The model name of the YF135 engine was the first public appearance. As of 2021, it was only known that its single combustion chamber has a thrust of 360 tons, and it was said that the thrust was adjustable between 30% and 110%. As to whether YF135 uses kerosene or methane, it was still unclear, but kerosene was most likely because the technology of kerosene was relatively thorough. If Changjiu really intends to make its first flight between 2028 and 2030, it would be unrealistic to develop a 350-ton high-thrust liquid oxygen methane engine. Even so, China should develop high-thrust liquid oxygen methane engines in the future.
The 350-ton thrust of the YF135 single combustion chamber was technically very impressive. YF130 has two combustion chambers providing 480 tons of thrust, and a single combustion chamber was 240 tons, so it was technically stronger than YF130. The Soviet artifact RD-180 was also a dual combustion chamber. Perhaps YF130 was progressing well to make YF135 possible? Maybe YF135 was formed by upgrading the single combustion chamber thrust of YF130 to 360 tons.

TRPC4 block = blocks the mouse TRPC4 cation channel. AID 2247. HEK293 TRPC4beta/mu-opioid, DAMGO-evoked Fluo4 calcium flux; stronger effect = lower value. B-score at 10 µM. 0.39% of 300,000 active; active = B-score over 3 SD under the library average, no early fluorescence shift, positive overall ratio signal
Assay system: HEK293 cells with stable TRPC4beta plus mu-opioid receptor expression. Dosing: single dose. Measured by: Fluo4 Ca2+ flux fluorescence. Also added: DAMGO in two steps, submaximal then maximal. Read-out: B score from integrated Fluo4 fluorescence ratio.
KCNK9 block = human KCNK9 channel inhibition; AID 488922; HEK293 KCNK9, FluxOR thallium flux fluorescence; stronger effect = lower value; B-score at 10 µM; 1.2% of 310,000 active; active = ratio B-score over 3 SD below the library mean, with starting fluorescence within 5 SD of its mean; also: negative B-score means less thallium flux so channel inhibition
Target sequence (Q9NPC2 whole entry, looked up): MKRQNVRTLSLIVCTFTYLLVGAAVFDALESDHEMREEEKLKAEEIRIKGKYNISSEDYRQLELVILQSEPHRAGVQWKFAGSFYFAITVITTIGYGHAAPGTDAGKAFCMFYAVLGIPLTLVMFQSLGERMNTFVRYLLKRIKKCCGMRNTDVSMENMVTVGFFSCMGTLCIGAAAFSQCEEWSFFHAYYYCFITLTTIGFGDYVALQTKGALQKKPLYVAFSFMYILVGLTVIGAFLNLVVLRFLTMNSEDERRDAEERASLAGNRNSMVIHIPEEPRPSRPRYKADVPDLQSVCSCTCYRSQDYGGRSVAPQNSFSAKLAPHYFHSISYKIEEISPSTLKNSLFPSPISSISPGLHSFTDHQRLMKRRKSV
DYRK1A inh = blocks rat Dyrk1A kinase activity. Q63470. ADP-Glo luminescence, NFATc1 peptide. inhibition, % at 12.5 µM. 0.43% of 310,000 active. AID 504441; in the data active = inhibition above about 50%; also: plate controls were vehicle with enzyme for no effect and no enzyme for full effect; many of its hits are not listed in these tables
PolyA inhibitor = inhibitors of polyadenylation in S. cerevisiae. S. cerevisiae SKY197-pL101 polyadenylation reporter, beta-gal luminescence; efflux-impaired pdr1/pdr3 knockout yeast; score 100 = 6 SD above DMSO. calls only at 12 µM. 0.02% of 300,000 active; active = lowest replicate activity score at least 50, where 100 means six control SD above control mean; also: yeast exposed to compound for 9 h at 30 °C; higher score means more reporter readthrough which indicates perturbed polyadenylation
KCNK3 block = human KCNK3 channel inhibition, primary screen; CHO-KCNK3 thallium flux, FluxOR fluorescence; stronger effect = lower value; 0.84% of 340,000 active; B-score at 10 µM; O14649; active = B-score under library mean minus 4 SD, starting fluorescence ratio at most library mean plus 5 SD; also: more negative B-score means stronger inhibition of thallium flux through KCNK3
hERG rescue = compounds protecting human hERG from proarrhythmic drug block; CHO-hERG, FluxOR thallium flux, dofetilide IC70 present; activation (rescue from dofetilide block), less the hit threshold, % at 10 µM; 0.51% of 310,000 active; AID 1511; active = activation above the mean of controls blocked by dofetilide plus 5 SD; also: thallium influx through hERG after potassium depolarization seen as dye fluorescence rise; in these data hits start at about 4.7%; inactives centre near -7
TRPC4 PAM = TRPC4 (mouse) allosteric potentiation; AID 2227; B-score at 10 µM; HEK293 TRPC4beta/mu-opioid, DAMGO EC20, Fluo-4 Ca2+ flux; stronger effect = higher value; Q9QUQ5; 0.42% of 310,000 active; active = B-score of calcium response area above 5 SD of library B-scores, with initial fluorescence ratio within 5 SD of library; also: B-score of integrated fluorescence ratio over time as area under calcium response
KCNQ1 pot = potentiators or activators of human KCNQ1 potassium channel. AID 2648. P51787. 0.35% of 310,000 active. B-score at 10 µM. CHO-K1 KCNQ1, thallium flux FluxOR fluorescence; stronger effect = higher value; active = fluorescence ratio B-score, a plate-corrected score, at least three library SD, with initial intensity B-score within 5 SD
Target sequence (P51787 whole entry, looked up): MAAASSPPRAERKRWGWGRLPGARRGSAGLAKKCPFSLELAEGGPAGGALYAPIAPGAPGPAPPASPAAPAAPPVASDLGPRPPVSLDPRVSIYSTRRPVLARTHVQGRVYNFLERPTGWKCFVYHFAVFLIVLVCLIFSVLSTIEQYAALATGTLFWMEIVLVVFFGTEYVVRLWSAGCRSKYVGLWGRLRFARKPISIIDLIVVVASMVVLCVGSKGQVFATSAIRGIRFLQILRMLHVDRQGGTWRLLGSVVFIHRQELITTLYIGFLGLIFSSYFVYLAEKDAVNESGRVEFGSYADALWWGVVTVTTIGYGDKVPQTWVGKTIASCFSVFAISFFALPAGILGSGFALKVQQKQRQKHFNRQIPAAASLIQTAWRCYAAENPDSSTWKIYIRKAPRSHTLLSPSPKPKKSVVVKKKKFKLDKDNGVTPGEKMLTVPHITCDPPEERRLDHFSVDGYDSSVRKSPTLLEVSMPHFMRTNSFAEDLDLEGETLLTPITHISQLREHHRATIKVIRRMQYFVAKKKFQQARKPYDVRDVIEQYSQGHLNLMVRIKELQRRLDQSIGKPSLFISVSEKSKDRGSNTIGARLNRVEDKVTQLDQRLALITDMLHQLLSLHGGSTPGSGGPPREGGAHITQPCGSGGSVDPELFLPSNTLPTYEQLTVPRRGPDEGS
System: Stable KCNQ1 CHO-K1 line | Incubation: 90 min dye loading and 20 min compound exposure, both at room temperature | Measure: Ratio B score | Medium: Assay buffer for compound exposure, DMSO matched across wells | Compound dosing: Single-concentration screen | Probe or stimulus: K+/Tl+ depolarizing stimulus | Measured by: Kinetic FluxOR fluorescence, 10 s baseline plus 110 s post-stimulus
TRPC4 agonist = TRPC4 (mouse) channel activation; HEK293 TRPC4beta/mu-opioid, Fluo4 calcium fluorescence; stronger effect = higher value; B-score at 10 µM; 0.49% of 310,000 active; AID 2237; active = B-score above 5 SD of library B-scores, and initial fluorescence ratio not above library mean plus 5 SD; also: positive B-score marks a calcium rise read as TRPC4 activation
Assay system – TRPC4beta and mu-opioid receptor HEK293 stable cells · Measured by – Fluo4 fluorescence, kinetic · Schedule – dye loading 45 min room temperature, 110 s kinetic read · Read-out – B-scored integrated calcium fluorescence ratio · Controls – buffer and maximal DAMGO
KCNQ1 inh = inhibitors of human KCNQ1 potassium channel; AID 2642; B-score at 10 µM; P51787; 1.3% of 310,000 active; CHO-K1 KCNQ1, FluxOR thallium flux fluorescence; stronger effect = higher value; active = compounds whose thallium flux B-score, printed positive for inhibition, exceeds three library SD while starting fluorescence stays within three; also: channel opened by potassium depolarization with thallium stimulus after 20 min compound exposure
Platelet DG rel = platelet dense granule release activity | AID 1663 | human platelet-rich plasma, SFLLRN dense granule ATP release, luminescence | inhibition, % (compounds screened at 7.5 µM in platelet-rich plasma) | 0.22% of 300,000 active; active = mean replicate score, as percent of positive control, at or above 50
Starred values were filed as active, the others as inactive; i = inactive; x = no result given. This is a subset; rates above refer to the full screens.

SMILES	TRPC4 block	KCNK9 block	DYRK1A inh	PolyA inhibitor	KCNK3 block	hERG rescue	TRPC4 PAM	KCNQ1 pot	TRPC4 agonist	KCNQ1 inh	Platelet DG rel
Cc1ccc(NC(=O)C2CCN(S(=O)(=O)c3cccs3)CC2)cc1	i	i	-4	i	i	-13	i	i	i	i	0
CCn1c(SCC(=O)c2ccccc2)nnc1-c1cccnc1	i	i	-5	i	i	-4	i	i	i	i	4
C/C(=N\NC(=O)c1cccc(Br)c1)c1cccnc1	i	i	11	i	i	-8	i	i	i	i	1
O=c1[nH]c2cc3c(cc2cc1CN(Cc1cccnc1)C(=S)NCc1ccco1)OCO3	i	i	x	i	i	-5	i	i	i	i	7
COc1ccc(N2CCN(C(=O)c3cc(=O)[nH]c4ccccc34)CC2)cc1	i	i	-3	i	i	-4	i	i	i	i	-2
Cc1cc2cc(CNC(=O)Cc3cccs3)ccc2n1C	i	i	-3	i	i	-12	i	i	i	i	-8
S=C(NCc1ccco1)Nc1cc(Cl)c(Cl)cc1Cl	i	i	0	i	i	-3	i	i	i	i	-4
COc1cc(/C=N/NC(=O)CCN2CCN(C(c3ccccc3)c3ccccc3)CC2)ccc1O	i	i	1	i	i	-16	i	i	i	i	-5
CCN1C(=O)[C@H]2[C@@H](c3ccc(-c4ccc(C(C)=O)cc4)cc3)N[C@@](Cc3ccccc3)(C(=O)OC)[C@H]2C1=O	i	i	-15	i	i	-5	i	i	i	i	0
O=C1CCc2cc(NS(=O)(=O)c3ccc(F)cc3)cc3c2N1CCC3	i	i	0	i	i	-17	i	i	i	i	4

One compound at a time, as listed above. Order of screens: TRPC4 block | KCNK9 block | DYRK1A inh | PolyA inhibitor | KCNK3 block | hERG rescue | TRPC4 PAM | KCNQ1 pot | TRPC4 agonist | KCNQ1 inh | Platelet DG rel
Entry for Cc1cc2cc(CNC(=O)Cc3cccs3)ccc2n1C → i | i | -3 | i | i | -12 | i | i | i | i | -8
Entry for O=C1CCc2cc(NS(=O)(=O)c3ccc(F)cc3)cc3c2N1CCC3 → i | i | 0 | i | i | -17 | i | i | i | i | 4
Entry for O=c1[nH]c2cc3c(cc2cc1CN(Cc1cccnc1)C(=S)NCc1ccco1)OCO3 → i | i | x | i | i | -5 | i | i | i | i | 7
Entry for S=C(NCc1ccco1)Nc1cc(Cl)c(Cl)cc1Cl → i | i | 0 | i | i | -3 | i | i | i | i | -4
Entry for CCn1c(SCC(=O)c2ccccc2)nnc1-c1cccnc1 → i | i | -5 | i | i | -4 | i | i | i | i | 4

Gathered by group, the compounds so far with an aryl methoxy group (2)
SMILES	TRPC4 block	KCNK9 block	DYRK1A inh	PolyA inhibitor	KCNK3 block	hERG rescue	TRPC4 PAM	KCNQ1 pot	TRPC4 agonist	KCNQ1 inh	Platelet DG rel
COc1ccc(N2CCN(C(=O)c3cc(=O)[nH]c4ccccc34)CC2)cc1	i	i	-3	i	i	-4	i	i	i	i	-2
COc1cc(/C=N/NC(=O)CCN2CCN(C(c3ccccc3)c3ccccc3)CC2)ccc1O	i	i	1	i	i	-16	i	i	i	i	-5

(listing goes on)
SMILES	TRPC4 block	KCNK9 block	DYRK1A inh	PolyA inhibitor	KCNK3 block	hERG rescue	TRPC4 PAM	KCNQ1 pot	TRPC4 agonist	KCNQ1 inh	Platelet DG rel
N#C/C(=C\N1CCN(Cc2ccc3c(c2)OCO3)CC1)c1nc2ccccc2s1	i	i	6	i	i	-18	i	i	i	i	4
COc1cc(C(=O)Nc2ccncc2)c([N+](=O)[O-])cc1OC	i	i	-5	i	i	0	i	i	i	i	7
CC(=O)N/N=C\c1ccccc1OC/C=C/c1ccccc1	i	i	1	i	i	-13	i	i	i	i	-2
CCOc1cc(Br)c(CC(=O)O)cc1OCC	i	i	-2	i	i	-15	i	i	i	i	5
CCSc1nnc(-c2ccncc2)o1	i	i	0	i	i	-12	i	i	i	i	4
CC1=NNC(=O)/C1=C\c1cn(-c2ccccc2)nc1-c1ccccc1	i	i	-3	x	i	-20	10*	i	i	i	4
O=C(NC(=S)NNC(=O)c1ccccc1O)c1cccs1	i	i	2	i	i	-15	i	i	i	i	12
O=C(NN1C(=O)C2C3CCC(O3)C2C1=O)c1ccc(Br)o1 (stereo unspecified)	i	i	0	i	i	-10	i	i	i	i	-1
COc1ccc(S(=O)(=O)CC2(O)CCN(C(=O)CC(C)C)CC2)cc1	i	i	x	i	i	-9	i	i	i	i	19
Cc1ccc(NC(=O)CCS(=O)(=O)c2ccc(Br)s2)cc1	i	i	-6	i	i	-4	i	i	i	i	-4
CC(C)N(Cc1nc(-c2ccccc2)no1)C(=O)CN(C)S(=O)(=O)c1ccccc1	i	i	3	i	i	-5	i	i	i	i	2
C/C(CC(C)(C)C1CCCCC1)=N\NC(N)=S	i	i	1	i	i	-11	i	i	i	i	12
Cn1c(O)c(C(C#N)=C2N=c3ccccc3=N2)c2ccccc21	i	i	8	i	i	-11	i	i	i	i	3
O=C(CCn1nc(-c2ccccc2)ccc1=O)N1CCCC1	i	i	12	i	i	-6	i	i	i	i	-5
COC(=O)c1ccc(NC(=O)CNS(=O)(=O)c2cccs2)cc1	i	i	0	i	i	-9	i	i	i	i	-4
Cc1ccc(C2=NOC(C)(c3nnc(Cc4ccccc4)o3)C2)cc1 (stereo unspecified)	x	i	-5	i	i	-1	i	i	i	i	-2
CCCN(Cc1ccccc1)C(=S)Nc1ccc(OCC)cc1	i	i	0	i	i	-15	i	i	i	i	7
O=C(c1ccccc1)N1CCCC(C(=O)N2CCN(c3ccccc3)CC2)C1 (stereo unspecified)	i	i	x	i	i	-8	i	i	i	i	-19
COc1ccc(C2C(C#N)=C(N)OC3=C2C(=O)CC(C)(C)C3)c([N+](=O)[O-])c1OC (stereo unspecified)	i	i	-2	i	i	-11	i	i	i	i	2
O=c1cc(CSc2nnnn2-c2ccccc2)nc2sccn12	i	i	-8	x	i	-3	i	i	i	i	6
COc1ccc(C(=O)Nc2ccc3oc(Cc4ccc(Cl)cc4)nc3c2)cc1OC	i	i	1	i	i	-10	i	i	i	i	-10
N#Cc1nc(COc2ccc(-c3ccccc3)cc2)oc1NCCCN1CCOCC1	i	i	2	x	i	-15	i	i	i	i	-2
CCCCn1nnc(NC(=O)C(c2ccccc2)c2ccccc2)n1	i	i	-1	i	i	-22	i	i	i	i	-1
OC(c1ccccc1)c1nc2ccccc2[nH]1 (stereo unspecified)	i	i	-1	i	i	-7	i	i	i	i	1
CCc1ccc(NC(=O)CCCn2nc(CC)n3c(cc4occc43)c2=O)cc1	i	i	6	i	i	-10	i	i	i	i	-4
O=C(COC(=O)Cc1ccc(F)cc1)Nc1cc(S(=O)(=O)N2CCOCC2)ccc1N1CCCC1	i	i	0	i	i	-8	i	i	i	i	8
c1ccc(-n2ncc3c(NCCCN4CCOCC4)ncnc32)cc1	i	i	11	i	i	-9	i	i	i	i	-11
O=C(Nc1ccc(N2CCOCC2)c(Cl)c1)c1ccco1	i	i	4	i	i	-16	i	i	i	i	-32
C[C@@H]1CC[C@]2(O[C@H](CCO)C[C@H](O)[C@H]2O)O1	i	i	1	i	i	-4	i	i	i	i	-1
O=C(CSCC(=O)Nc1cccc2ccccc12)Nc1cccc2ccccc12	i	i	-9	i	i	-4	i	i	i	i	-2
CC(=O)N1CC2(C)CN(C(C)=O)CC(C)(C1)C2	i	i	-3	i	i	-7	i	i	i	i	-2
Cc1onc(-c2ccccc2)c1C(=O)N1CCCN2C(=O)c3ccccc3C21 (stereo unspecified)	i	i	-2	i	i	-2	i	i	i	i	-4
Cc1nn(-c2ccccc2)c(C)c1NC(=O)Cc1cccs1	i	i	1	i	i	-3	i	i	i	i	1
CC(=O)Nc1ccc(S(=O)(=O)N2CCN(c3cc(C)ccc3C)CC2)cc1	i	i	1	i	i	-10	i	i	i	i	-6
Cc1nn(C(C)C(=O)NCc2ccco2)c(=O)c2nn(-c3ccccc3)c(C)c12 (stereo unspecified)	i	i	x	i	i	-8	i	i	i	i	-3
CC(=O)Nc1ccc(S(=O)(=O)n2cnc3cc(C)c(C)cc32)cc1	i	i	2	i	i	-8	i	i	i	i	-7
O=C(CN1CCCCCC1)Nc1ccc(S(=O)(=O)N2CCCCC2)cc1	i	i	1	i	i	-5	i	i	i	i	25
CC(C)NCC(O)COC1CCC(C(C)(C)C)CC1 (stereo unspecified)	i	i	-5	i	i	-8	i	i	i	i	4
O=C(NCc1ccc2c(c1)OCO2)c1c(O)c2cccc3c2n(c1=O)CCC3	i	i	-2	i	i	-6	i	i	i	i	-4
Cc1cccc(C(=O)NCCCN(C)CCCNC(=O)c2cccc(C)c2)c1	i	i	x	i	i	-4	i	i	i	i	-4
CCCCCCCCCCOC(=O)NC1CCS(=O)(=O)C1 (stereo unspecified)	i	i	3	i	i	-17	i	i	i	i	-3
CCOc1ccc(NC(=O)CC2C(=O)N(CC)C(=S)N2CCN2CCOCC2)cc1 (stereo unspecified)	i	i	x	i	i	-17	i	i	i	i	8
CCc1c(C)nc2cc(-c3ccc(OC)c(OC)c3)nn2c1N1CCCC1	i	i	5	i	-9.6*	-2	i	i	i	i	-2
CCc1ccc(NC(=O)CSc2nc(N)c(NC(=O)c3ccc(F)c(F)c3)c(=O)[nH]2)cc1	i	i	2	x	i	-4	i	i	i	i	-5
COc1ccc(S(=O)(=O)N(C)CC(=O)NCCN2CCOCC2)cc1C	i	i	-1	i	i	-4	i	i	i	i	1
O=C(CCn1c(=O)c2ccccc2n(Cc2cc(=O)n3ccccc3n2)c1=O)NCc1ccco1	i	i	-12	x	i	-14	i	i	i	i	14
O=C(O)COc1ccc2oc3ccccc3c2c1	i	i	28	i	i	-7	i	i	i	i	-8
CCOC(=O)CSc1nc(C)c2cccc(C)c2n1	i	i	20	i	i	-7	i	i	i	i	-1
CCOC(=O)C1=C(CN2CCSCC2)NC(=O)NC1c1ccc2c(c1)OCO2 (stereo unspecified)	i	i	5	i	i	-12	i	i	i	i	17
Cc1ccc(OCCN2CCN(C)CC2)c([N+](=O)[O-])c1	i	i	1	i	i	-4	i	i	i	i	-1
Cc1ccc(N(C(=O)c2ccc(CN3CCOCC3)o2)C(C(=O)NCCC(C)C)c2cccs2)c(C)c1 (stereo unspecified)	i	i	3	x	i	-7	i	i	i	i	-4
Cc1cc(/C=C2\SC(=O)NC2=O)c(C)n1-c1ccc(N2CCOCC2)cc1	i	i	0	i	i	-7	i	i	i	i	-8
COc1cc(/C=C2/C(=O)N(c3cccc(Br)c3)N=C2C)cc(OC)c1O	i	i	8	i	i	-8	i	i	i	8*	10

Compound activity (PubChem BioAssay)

The second and third stages of the 2021 version of Changjiu both use 120-ton oxyhydrogen machines, which was conducive to simplifying the engine model and facilitating production and maintenance. It was not initially known if it was modified on the basis of the YF90 technology with a thrust of 220 tons, or on the basis of the YF100 series? Because the YF100 series was 120 tons. However, the engine does not even have a name, indicating that it was still at a very early stage.
From the perspective of Changjiu's positioning, it was mainly to send 150-ton large cargo into low earth orbit, so as to serve the construction of a lunar base and manned fire. In June 2021, China and Russia signed a lunar research station cooperation agreement, which would jointly build a lunar base between 2031 and 2035.